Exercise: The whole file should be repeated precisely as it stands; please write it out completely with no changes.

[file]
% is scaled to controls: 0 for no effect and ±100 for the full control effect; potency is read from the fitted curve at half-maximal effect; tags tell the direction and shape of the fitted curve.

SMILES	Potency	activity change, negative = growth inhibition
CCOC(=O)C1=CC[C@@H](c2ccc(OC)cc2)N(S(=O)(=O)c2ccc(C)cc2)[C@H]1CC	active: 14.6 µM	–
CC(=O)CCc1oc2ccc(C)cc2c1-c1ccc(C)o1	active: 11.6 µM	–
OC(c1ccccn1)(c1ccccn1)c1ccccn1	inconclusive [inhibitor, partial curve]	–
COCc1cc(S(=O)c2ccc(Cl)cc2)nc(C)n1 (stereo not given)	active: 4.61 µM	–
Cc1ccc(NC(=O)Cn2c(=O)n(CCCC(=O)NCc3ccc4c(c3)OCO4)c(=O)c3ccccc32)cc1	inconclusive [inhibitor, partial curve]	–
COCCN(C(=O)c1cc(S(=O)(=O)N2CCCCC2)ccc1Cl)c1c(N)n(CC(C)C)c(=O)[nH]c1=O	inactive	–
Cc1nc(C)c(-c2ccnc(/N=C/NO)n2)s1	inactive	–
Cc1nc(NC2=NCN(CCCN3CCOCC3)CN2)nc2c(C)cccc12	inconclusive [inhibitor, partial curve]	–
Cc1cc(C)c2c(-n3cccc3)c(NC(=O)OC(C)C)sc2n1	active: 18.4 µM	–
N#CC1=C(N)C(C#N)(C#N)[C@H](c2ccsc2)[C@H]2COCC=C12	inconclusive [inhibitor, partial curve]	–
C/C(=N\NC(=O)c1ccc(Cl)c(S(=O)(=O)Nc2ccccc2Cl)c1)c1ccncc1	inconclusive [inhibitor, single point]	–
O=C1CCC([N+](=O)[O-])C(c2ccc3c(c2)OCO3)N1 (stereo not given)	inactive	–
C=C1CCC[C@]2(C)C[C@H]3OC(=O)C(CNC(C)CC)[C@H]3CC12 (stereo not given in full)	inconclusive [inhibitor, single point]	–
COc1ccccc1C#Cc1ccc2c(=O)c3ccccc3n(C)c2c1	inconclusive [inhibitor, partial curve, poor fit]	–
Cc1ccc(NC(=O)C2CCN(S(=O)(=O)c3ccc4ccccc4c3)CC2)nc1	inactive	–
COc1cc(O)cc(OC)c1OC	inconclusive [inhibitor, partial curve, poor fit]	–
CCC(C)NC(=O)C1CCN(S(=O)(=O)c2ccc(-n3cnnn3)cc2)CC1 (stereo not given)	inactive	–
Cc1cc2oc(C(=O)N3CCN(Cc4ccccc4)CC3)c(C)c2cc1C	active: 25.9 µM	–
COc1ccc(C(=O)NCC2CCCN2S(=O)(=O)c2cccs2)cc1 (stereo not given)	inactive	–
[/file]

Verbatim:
% is scaled to controls: 0 for no effect and ±100 for the full control effect; potency is read from the fitted curve at half-maximal effect; tags tell the direction and shape of the fitted curve.

SMILES	Potency	activity change, negative = growth inhibition
CCOC(=O)C1=CC[C@@H](c2ccc(OC)cc2)N(S(=O)(=O)c2ccc(C)cc2)[C@H]1CC	active: 14.6 µM	–
CC(=O)CCc1oc2ccc(C)cc2c1-c1ccc(C)o1	active: 11.6 µM	–
OC(c1ccccn1)(c1ccccn1)c1ccccn1	inconclusive [inhibitor, partial curve]	–
COCc1cc(S(=O)c2ccc(Cl)cc2)nc(C)n1 (stereo not given)	active: 4.61 µM	–
Cc1ccc(NC(=O)Cn2c(=O)n(CCCC(=O)NCc3ccc4c(c3)OCO4)c(=O)c3ccccc32)cc1	inconclusive [inhibitor, partial curve]	–
COCCN(C(=O)c1cc(S(=O)(=O)N2CCCCC2)ccc1Cl)c1c(N)n(CC(C)C)c(=O)[nH]c1=O	inactive	–
Cc1nc(C)c(-c2ccnc(/N=C/NO)n2)s1	inactive	–
Cc1nc(NC2=NCN(CCCN3CCOCC3)CN2)nc2c(C)cccc12	inconclusive [inhibitor, partial curve]	–
Cc1cc(C)c2c(-n3cccc3)c(NC(=O)OC(C)C)sc2n1	active: 18.4 µM	–
N#CC1=C(N)C(C#N)(C#N)[C@H](c2ccsc2)[C@H]2COCC=C12	inconclusive [inhibitor, partial curve]	–
C/C(=N\NC(=O)c1ccc(Cl)c(S(=O)(=O)Nc2ccccc2Cl)c1)c1ccncc1	inconclusive [inhibitor, single point]	–
O=C1CCC([N+](=O)[O-])C(c2ccc3c(c2)OCO3)N1 (stereo not given)	inactive	–
C=C1CCC[C@]2(C)C[C@H]3OC(=O)C(CNC(C)CC)[C@H]3CC12 (stereo not given in full)	inconclusive [inhibitor, single point]	–
COc1ccccc1C#Cc1ccc2c(=O)c3ccccc3n(C)c2c1	inconclusive [inhibitor, partial curve, poor fit]	–
Cc1ccc(NC(=O)C2CCN(S(=O)(=O)c3ccc4ccccc4c3)CC2)nc1	inactive	–
COc1cc(O)cc(OC)c1OC	inconclusive [inhibitor, partial curve, poor fit]	–
CCC(C)NC(=O)C1CCN(S(=O)(=O)c2ccc(-n3cnnn3)cc2)CC1 (stereo not given)	inactive	–
Cc1cc2oc(C(=O)N3CCN(Cc4ccccc4)CC3)c(C)c2cc1C	active: 25.9 µM	–
COc1ccc(C(=O)NCC2CCCN2S(=O)(=O)c2cccs2)cc1 (stereo not given)	inactive	–